There was a bit of a growl in his tone at the end of that sentence, and Harry quickly lowered his hood. He did not sense anything evil about this Green Man, and he seemed to remember some such legend in a book on British mythology he'd had to read in primary school. "Hello. My name is Harry Potter."

The Green Man smiled, a grin that split his mossy beard, revealing teeth that were white and similar to a grazing animals. "That's better. I like to see whom I am speaking to. May I sit down?"

"Uh, yes."

The Green Man lowered his bulk to the ground, several feet away from the fire. He did not seem perturbed over the fire, saying merely, "I trust you will put that out when you leave here?"

"Oh, yes. Umm . . .I will." Harry stammered. "I was cold and I don't care for the dark."

The Green Man chuckled. "Someday soon the dark shall be an ally, not an enemy."

"Huh? I don't understand, sir."

"You will." The Green Man said serenely. "I see a dangerous path before you, wizardling, and I am not speaking of that through my realm. But She has set you upon it and with Her help you shall come away from it forever changed and yet the same. Be steadfast and true of heart, have faith and love, and you shall prevail. What is loved, remembers."

"I'm searching for my friends," Harry explained. "They were taken by dark wizards. My tracking spell led me in here. Sorry if I'm trespassing."

The Green Man gave another deep chuckle and his eyes crinkled in amusement. "I have accepted you as one who belongs, wizardling. You are free to pass through Sherwood, so long as you keep the ancient ways."

"The ancient ways? What's that?"

"To hunt only for food, never pleasure, and never a mother with young if there is another to take instead. To respect the wilderness, and those who dwell in it, if you cut a sapling down, you must replace it with another or something of equal value. Only small fires are allowed, and then only if they are properly tended. To help animals in need and to never bind or force a dryad or other woodland creatures to do your bidding. Follow these simple rules and you shall prosper. Don't and you will answer to me."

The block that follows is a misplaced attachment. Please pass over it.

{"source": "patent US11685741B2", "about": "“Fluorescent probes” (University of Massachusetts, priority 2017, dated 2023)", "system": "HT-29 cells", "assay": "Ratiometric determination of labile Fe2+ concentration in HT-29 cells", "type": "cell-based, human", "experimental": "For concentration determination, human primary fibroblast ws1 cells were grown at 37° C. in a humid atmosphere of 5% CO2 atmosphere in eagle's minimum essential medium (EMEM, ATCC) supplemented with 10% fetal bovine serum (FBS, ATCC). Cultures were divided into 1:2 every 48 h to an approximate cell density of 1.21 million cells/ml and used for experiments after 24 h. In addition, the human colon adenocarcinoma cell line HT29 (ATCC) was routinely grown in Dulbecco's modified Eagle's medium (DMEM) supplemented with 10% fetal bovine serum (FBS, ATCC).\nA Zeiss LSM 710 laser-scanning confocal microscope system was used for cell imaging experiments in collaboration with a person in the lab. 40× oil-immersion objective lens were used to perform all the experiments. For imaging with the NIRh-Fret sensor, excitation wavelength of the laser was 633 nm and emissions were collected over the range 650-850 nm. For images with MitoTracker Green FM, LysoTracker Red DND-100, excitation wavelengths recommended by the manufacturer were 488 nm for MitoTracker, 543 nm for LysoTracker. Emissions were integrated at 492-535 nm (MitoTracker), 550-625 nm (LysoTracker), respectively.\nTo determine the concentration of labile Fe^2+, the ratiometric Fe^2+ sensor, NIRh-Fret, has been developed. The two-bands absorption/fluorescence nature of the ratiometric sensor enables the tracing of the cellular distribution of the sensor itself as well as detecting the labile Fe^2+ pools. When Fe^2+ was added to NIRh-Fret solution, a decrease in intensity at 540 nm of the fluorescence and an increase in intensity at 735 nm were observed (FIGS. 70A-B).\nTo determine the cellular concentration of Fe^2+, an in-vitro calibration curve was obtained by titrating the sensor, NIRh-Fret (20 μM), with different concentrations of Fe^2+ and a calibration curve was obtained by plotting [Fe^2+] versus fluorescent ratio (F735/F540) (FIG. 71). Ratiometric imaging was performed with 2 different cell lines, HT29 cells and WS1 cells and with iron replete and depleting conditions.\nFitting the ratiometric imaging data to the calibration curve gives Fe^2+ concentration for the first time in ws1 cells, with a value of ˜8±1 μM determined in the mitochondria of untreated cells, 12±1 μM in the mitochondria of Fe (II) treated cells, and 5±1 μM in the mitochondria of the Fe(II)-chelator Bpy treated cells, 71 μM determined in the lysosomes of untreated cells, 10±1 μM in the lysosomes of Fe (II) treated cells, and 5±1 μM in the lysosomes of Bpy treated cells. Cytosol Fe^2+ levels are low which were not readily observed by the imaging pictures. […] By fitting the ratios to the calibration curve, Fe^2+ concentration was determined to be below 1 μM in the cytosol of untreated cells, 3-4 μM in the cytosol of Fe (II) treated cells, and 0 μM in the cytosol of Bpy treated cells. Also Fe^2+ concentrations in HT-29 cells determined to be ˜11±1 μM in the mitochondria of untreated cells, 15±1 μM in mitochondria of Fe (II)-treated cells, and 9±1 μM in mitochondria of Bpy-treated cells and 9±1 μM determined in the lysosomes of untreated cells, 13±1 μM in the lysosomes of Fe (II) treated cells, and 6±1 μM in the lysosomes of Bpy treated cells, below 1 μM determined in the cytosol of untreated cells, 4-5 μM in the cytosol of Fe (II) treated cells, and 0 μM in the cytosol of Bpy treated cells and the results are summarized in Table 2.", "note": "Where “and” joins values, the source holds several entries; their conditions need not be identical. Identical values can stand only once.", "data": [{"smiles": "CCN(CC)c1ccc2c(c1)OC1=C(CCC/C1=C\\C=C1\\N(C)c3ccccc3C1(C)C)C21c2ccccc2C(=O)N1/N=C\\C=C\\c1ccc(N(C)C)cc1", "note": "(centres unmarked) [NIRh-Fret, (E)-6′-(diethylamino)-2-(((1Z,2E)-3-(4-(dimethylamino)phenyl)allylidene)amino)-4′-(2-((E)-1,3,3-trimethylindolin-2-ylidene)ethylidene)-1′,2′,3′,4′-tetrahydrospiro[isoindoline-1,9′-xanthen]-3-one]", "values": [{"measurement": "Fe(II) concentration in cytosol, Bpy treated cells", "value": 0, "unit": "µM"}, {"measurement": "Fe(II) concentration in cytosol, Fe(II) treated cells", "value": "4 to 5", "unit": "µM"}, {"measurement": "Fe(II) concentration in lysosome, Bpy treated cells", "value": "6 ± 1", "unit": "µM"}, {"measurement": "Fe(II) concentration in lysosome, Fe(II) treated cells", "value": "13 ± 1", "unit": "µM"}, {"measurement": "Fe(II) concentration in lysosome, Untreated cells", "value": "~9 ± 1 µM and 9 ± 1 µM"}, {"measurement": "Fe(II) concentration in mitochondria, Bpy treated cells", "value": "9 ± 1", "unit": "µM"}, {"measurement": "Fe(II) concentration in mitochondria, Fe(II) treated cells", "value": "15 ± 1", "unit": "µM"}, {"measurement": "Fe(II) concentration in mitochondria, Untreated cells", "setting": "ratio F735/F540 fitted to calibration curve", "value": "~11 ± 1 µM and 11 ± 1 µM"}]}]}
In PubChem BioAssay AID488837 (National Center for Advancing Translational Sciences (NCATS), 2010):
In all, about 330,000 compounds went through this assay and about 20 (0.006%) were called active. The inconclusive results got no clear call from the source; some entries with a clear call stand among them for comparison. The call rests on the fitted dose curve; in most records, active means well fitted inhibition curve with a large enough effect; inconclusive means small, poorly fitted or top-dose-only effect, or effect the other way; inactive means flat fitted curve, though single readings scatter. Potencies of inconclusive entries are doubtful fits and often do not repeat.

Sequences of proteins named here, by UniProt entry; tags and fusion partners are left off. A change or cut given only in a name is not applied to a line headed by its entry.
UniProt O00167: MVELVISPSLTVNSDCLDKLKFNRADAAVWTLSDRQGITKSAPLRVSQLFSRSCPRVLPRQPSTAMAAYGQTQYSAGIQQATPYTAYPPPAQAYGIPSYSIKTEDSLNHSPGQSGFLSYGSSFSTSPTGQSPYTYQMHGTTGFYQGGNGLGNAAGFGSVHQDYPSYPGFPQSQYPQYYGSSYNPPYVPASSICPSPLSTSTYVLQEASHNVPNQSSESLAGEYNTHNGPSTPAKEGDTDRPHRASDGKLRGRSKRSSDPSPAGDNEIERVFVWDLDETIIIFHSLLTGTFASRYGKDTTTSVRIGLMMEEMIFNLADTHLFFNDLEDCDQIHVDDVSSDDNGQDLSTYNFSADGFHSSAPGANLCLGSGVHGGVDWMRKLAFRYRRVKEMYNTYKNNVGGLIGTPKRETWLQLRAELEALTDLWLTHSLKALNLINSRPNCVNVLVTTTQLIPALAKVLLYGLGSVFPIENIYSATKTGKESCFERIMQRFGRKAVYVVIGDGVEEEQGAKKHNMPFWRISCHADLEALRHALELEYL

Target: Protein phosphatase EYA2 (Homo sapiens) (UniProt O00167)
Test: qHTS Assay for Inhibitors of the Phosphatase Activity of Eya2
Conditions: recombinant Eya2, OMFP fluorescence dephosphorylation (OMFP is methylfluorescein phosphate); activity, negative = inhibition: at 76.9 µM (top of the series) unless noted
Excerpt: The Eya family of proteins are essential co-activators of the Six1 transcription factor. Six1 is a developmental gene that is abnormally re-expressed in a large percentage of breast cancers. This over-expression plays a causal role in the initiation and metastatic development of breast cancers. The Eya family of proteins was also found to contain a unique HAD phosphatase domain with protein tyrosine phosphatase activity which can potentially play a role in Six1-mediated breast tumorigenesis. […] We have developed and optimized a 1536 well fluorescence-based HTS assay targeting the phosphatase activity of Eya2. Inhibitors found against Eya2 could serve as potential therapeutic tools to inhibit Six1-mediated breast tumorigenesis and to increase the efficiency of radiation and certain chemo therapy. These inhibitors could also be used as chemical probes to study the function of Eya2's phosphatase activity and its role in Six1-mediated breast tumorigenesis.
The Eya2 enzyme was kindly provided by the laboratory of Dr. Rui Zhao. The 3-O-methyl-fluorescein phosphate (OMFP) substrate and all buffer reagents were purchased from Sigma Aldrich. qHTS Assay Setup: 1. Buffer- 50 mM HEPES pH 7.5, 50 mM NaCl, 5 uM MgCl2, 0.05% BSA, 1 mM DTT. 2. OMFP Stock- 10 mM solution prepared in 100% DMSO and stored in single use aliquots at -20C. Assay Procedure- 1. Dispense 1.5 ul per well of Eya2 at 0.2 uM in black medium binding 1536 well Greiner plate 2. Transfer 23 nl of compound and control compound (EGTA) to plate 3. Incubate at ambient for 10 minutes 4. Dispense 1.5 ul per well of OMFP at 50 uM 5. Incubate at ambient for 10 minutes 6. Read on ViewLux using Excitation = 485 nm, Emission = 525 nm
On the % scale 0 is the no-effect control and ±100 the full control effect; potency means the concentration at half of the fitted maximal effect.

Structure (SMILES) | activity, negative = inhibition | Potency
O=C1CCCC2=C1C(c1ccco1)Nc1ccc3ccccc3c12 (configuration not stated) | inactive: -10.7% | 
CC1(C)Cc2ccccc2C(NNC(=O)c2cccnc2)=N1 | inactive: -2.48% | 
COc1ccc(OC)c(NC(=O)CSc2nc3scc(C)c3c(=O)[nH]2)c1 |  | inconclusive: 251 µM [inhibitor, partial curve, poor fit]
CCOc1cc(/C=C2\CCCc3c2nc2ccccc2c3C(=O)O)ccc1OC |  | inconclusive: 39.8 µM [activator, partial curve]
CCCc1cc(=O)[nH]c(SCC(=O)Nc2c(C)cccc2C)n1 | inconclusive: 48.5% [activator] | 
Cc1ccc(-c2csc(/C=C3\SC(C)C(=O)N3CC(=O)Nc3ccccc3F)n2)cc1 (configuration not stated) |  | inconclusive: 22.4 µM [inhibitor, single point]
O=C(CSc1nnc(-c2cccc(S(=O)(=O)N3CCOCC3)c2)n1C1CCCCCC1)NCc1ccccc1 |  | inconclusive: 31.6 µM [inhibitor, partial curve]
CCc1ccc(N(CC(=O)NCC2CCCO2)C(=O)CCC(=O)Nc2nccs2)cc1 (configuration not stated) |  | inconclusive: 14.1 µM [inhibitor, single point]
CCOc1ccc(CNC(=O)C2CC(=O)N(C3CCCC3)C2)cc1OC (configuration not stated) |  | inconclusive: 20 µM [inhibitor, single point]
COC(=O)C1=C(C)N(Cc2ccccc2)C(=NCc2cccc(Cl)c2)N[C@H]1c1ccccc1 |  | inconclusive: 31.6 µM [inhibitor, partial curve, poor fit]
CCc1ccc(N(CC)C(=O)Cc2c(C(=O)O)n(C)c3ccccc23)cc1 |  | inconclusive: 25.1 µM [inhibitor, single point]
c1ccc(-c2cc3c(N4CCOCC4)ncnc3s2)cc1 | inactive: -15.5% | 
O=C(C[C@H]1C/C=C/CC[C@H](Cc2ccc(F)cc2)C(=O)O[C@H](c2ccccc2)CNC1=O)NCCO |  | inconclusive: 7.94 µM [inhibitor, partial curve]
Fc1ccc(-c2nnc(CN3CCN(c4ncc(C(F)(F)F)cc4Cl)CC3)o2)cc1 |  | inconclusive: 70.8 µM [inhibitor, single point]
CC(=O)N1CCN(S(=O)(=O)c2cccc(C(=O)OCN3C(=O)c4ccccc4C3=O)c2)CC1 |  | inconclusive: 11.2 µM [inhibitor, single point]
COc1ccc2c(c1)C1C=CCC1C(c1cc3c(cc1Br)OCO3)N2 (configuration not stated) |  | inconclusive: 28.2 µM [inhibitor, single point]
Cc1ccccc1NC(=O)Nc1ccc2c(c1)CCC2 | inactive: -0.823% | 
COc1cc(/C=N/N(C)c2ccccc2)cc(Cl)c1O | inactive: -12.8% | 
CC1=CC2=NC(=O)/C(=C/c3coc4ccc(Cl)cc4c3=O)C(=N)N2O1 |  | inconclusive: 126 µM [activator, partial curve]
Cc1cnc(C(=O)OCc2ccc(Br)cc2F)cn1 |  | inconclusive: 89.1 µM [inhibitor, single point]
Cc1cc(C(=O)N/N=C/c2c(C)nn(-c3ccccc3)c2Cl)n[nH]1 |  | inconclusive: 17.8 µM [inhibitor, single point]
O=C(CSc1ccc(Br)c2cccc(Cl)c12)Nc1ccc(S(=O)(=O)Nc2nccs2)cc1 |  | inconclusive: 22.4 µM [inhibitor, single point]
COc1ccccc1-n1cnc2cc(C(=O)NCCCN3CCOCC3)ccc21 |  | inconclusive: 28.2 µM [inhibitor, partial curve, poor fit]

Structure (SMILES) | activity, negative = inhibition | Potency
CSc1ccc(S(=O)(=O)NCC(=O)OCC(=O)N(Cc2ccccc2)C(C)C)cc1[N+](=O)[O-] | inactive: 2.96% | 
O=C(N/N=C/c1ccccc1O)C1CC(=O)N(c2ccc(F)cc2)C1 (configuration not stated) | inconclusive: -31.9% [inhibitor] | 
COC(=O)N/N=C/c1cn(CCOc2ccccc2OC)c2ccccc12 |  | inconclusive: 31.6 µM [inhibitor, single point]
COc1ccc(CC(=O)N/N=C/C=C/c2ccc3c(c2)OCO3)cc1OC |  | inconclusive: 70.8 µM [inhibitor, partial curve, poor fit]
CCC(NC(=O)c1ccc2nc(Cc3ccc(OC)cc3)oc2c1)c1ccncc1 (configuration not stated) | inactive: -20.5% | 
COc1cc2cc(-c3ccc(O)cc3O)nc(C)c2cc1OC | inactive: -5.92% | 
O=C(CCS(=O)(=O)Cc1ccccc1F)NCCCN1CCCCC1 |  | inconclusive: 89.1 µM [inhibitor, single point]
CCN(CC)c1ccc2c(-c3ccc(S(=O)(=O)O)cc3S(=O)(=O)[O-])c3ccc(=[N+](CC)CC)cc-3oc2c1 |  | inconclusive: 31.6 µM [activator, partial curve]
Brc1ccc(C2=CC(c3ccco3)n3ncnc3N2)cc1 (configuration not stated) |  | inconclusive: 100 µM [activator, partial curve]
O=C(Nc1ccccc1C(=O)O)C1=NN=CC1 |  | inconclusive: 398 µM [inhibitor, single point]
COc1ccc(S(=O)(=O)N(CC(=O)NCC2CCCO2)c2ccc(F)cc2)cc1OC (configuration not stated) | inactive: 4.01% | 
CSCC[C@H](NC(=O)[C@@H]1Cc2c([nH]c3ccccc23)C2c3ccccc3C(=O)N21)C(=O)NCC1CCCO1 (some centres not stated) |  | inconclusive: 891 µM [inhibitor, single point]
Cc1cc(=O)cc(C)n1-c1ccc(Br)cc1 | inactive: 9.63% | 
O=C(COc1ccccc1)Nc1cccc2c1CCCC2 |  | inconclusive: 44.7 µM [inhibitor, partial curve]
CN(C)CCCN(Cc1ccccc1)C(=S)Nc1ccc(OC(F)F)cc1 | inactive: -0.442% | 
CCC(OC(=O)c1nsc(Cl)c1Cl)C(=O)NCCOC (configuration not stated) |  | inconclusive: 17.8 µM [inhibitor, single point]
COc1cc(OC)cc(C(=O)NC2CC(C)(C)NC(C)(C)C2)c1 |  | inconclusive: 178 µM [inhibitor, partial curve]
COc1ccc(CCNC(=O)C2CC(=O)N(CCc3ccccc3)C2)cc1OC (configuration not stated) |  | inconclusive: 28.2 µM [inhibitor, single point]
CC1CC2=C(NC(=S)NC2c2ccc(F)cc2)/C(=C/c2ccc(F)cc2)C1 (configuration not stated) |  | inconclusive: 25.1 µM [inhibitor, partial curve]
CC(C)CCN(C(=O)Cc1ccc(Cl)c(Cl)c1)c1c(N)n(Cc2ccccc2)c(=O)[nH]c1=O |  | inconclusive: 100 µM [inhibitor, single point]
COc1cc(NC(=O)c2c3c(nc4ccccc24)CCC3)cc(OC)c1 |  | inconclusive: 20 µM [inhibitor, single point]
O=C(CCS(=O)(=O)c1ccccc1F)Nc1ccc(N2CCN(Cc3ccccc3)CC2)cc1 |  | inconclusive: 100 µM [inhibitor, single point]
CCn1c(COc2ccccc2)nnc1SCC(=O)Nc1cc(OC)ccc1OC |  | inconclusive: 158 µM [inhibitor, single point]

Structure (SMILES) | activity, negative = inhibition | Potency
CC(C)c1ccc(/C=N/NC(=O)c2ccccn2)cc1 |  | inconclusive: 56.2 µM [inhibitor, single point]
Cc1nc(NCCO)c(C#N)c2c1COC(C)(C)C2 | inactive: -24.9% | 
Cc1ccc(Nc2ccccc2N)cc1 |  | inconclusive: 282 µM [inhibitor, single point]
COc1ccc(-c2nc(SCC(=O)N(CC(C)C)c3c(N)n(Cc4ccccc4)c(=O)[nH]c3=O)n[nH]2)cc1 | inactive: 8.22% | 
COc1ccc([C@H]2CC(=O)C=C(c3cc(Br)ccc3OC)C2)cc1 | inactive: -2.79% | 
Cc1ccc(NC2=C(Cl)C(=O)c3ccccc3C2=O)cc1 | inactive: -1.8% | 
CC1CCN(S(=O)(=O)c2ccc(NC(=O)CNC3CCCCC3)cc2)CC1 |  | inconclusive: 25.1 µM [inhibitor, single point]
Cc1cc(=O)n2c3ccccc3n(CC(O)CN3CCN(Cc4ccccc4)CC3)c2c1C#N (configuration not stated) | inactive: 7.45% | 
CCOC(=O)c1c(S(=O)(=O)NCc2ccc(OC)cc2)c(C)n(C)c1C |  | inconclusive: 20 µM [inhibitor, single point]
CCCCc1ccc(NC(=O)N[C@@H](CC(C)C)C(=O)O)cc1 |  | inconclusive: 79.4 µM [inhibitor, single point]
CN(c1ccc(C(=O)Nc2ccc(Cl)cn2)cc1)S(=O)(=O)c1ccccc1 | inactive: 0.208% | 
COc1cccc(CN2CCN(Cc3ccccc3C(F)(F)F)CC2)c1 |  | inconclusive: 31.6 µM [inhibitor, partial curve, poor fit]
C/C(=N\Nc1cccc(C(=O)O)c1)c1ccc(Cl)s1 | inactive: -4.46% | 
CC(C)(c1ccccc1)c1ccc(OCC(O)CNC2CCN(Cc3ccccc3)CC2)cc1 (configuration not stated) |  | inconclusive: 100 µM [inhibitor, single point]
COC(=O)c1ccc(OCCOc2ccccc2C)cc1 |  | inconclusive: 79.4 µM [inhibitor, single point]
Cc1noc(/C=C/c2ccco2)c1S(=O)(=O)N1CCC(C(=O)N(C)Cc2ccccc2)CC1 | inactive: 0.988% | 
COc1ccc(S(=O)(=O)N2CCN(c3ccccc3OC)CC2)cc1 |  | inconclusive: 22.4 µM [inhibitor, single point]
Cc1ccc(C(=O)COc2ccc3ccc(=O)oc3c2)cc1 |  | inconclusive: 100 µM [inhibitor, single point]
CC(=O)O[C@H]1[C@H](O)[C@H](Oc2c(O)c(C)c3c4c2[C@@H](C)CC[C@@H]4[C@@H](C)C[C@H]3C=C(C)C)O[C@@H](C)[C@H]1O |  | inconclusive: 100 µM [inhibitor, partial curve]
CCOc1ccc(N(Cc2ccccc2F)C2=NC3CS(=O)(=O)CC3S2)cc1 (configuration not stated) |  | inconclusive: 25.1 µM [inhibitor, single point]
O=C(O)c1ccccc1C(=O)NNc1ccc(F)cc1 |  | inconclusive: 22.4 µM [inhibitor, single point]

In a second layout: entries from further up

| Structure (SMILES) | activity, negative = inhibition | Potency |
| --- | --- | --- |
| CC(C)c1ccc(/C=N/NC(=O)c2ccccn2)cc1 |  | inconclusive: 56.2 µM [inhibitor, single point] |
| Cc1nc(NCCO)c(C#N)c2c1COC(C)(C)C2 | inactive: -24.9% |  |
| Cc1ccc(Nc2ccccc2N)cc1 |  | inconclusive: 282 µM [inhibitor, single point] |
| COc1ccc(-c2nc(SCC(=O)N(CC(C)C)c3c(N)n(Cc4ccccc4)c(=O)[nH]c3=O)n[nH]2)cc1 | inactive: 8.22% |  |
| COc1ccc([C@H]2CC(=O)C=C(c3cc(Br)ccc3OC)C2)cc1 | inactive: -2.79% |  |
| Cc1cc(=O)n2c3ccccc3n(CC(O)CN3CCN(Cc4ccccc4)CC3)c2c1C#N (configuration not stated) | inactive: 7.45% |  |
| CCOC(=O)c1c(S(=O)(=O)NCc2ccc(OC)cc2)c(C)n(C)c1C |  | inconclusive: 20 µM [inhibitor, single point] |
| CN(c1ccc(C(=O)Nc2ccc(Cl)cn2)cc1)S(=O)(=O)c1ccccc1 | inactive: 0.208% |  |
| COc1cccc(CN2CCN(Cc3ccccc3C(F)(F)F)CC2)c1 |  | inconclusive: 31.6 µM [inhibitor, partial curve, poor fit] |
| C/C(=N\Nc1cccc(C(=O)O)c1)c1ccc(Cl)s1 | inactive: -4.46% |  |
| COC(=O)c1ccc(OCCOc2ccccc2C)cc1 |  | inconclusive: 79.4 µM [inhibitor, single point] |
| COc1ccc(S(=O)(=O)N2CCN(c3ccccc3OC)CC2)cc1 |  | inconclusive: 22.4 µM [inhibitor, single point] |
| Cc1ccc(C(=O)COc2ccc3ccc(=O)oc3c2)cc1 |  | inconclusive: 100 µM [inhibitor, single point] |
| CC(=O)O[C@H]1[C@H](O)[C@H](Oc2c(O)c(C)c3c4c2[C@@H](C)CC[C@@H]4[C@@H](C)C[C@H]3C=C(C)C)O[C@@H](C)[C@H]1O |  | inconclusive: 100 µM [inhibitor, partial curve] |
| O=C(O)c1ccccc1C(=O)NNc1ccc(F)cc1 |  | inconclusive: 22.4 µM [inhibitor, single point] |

There was a stirring in the air, like thunder, and Harry flinched. There was no doubt in his mind that the Green Man would make a deadly enemy.

"I understand, my lord," Harry said swiftly, giving the Green Man a tentative smile.

"Jack. Titles are not for the likes of me, young wizard. Back when this world was new, I remember how the Bright Lady grieved for her lost consort, Osiris, and how She remade him and had a child, Horus, with him, who ruled the Morning as She ruled the Night. But when her child was grown, she left Egypt, the Black Land, and traveled to Rome and Greece, where She fell in love with a mortal man called Endymion. Don't look so shocked, even goddesses have their weaknesses and the Lady has ever had a soft spot for mortals."

"But if she loved a human, wouldn't he die and leave her?"

"Yes, but She was young and thought not of the coming of age and death back then. Endymion was wondrous fair, it is said, he was an astronomer and shepherd, and also a wielder of magic. She came to him in the guise of a lonely shepherd girl, and so they were lovers and legend says She bore him fifty daughters, but I think that's a tad exaggerated. No woman, even a goddess, would wish to be pregnant for that long! I think they had five children, and from those five daughters came several lineages of magic users. From the Roman branch, Ambrosius, came the great Merlin, and the Welsh Mathonwy, the French have their great sorceress Melissande, and the Greeks the House of Colchis, descended through Medea, and the Germans have Ulrika, the Daughter of Ash.